Do you feel like every freelancer you meet is ten years younger than you and has a college degree? Good for them. Now focus on how your skills and background can build the business you want. If you decide you need more education — great! Expanding your skill set is always a smart move to make yourself more employable.

But don’t go back to school just because you feel you don’t “measure up” to someone else. Self-reflect on what you have to offer now, discover how your current skills can benefit your clients, and then decide what direction you need to move in to build the life you want.     

Should you really “fake it till you make it”?

Has anyone told you that you need to “fake it till you make it” in a job? Many people feel this means they need to imitate optimism, competence, or confidence (even if they don’t feel any of these things) in order to achieve the results they want.

Some people who use this strategy cultivate “power poses” to display authority (even if they don’t feel that important) or use confusing phrases to pretend they know what they’re talking about (even if they have no idea what they’re saying).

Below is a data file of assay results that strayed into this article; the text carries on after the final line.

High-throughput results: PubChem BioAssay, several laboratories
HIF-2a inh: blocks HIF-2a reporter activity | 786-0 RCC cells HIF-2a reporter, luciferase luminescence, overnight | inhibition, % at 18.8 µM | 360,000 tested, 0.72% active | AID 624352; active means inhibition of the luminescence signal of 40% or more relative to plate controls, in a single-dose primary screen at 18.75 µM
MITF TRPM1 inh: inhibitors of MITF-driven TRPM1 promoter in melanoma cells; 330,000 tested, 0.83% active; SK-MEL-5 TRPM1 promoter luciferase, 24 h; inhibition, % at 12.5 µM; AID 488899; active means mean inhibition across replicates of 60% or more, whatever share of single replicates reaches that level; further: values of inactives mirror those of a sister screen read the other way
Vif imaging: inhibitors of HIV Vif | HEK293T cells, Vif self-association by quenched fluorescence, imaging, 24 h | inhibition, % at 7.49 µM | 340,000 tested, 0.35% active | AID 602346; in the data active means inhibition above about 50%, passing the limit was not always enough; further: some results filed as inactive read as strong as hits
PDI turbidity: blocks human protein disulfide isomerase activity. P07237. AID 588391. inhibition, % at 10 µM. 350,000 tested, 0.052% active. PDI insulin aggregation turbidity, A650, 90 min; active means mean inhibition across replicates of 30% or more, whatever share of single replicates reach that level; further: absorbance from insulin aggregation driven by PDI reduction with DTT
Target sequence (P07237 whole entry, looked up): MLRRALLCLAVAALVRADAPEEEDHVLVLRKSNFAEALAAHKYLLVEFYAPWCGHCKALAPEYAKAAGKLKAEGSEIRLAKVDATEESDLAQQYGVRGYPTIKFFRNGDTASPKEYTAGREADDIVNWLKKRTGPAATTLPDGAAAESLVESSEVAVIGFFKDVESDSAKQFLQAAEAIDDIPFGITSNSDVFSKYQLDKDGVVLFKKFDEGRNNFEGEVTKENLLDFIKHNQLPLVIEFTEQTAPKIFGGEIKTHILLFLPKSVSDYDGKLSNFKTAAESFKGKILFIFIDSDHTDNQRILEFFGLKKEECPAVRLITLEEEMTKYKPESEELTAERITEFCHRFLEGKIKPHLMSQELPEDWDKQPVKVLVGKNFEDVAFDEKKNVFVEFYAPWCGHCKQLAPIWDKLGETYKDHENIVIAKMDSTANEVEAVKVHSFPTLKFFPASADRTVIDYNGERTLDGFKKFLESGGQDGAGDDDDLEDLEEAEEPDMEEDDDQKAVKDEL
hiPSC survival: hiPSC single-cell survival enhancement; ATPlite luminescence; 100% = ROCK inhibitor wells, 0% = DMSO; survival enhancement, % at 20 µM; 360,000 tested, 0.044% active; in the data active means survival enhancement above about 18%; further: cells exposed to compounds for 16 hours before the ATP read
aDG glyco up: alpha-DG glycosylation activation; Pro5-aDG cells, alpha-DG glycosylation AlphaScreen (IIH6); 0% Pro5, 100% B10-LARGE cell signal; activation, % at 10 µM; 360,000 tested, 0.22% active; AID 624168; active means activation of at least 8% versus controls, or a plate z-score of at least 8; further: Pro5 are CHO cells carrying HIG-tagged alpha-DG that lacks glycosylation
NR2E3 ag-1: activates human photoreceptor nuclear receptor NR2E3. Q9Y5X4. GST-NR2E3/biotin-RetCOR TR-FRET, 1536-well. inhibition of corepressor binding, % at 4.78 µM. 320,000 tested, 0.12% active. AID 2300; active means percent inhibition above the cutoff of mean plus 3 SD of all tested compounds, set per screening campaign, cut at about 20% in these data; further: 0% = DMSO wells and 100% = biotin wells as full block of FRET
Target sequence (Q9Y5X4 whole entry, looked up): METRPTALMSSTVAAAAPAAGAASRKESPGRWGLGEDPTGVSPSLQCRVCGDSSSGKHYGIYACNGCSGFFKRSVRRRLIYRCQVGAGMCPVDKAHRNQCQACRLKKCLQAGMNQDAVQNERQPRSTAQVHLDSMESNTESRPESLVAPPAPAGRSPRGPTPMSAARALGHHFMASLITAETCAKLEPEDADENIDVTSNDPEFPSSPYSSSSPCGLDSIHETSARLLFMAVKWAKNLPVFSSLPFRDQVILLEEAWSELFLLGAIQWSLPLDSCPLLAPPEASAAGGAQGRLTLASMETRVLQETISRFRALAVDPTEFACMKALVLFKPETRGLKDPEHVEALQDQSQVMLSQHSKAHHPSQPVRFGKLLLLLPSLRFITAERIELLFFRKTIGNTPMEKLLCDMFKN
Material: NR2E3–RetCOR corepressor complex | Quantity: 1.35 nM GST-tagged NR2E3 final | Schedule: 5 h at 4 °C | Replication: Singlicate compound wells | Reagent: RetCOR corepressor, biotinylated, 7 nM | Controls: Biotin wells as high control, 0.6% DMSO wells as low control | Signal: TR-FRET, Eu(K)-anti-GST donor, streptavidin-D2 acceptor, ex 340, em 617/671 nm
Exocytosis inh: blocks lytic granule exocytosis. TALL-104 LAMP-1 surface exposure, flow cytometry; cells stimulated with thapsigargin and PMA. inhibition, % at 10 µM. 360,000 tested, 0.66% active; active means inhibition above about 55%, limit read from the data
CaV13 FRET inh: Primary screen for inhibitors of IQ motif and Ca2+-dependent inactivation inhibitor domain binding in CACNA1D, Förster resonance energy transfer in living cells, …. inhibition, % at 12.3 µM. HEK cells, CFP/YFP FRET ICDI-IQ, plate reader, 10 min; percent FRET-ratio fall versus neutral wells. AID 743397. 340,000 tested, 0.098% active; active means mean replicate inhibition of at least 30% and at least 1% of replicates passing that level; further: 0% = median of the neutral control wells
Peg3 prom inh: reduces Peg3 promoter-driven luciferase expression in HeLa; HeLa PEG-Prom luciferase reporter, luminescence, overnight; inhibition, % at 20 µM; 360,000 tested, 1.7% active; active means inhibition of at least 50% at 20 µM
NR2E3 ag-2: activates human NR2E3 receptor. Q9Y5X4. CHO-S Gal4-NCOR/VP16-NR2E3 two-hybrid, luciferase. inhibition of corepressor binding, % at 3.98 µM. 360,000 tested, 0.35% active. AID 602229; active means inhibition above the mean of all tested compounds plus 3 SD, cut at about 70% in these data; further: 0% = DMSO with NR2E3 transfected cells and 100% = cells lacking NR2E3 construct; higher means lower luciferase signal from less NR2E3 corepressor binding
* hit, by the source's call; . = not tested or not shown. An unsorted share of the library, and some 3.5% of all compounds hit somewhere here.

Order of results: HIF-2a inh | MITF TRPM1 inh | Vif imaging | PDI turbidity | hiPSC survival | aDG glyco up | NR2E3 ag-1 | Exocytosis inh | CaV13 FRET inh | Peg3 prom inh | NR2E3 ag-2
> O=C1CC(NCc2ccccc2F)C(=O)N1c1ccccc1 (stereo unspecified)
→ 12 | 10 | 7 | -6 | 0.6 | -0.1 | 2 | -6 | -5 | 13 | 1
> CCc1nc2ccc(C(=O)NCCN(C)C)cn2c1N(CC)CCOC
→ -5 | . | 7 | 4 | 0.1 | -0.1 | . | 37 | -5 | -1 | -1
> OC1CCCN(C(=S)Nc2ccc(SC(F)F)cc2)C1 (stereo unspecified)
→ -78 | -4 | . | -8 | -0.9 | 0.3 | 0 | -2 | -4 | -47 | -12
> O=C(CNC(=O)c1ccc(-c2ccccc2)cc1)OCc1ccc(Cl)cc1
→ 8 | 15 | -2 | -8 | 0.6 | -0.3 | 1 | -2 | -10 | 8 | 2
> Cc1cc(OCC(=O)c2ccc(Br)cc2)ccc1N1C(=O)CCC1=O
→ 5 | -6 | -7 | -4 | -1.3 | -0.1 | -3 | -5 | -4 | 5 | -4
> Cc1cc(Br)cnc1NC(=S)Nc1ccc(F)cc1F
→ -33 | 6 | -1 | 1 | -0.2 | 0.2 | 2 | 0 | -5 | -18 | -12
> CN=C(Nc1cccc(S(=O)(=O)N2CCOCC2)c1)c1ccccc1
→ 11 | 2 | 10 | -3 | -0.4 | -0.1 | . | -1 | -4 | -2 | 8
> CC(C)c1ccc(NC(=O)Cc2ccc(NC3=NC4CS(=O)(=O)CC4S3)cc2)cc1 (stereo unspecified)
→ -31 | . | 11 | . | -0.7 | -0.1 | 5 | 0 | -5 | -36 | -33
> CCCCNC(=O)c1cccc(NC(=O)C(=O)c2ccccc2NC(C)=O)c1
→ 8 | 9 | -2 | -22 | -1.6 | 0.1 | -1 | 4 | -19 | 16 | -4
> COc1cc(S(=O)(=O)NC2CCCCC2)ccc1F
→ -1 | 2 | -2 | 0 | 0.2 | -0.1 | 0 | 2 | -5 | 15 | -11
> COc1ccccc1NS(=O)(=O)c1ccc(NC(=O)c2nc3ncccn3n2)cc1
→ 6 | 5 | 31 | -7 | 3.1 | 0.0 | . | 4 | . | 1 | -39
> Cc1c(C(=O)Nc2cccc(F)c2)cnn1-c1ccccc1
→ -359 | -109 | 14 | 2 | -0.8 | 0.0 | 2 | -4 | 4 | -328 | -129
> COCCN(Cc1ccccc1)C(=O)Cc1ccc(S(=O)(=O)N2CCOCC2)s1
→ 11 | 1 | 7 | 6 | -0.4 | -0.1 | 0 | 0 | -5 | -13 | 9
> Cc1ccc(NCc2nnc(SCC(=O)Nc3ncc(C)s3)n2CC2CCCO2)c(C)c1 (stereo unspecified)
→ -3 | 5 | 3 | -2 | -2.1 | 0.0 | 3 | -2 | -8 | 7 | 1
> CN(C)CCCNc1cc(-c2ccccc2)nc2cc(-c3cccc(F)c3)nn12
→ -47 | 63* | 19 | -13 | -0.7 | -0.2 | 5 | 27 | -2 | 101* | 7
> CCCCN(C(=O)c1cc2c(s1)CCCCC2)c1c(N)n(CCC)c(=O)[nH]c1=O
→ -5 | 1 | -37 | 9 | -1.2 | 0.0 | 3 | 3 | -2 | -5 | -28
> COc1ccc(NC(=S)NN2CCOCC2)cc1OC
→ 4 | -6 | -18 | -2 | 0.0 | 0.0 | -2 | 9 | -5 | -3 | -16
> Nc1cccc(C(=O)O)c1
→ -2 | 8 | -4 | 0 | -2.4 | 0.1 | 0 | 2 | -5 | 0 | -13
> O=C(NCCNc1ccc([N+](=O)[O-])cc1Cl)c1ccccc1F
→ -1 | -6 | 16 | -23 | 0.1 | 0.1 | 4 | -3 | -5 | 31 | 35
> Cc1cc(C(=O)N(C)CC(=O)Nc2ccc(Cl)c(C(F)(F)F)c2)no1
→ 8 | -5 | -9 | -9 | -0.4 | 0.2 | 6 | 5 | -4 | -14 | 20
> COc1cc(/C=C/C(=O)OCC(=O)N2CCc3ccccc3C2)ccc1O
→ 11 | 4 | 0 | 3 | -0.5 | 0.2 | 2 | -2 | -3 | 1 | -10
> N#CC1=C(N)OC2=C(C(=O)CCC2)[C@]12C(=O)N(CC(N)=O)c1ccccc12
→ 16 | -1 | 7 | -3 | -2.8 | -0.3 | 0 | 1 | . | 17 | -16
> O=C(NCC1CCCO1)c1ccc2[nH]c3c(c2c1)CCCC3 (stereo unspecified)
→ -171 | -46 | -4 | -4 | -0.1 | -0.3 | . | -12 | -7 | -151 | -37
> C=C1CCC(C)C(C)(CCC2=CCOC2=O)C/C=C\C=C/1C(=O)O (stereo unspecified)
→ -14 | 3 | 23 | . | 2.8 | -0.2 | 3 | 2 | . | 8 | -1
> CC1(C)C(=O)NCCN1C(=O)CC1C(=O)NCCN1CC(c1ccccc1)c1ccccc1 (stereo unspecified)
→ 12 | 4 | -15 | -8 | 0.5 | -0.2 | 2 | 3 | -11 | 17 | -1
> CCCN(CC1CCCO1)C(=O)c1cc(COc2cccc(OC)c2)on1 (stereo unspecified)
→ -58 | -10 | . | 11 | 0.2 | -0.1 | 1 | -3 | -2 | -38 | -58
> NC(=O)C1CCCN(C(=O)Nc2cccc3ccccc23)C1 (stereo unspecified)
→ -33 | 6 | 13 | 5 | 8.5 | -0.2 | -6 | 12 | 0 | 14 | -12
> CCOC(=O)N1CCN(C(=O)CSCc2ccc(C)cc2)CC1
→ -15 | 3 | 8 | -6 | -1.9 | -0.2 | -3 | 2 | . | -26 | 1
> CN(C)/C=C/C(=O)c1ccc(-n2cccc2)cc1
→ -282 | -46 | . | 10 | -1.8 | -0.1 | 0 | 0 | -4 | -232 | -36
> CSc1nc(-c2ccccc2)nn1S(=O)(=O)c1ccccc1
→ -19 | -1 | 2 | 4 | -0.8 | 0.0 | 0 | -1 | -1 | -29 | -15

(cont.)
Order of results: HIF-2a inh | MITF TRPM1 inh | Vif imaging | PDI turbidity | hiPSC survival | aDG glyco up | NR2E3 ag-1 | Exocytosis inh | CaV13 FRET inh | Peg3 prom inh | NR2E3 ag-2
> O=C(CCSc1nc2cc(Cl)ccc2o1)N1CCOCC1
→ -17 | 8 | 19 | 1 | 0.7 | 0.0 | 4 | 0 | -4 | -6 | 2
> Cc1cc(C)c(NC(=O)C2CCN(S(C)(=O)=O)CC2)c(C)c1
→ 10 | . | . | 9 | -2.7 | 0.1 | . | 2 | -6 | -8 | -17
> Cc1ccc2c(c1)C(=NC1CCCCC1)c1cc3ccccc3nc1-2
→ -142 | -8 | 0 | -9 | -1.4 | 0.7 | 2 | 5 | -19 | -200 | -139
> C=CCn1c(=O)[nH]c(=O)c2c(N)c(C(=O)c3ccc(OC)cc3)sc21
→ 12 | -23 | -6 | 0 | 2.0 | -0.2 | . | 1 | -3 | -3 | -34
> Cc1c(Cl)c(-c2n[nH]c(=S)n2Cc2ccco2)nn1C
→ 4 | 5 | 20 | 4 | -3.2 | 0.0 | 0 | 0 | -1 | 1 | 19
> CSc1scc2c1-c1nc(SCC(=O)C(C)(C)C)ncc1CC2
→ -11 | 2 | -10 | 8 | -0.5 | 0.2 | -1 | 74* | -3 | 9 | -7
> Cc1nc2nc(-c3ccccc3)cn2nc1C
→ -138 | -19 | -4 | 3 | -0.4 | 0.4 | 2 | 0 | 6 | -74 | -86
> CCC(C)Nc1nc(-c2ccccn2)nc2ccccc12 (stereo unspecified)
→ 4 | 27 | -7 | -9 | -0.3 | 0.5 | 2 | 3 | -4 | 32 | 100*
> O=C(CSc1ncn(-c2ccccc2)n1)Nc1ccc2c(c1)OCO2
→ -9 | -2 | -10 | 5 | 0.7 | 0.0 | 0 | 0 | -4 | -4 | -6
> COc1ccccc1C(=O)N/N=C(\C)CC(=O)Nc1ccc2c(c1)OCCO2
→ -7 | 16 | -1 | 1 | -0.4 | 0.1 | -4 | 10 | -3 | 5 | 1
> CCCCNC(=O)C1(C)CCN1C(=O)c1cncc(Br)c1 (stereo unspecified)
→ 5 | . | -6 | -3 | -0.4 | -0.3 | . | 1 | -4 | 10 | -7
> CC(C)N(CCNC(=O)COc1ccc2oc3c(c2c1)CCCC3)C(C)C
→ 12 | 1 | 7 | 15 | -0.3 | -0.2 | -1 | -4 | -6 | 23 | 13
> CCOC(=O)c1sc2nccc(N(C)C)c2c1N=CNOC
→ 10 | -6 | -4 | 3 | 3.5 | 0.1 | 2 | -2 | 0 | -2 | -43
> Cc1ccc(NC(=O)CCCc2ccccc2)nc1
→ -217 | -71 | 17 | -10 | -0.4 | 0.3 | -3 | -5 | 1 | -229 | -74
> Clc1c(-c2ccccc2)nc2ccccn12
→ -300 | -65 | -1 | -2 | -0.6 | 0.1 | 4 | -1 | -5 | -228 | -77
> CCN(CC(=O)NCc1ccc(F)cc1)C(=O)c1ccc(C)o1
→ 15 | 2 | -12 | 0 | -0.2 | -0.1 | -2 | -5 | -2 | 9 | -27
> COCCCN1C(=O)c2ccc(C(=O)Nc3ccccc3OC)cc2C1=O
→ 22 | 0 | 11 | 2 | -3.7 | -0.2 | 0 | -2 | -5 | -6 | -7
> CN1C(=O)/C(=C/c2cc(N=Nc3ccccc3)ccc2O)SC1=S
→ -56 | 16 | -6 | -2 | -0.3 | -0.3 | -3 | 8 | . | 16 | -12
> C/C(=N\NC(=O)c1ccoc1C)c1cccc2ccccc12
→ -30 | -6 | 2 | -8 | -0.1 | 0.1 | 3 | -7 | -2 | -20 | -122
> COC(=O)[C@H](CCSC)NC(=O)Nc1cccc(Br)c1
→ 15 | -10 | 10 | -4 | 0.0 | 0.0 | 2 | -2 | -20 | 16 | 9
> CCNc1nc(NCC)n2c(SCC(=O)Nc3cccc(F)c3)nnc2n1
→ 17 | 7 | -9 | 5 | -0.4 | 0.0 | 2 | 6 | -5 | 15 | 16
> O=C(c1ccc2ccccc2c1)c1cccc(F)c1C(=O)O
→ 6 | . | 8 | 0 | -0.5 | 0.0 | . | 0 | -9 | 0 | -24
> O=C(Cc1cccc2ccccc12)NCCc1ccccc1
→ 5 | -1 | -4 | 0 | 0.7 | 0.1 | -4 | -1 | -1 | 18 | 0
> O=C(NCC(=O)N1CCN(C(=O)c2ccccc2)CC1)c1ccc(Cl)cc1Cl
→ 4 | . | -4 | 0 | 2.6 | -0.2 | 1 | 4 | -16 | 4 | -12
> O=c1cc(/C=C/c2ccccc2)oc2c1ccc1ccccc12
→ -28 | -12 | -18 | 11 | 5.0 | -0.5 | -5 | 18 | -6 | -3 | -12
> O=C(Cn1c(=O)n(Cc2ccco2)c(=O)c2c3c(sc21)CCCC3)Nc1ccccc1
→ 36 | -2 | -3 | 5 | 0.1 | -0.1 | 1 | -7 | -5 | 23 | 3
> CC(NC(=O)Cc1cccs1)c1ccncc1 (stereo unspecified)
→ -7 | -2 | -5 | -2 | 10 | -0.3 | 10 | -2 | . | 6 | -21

While “faking it till you make it” can motivate you to dive into an activity you’d normally be too afraid to try (and gain valuable insights and skills from your experience), there’s a downside to using this tactic. Viewing yourself as a “fake” can cause you to experience imposter syndrome, or the feeling that you’re not as competent as others in your field.

Plenty of new freelancers enter this business with imposter syndrome — and even after they develop true competence, they continue suffering from anxiety over not being good enough.

How can you get past imposter syndrome by adapting a better strategy than “fake it till you make it”? Consider the following:   

Realize you’re NOT “faking it”

Even when you’re asked to perform a new task or do something outside your comfort zone, realize you’re using real skills, creativity, and experience to work your way through a problem or issue. Sometimes, you’ll find your unique background and ingenuity is up to the task — and there’s nothing “fake” about your accomplishment, even if you didn’t perform the task like everyone else.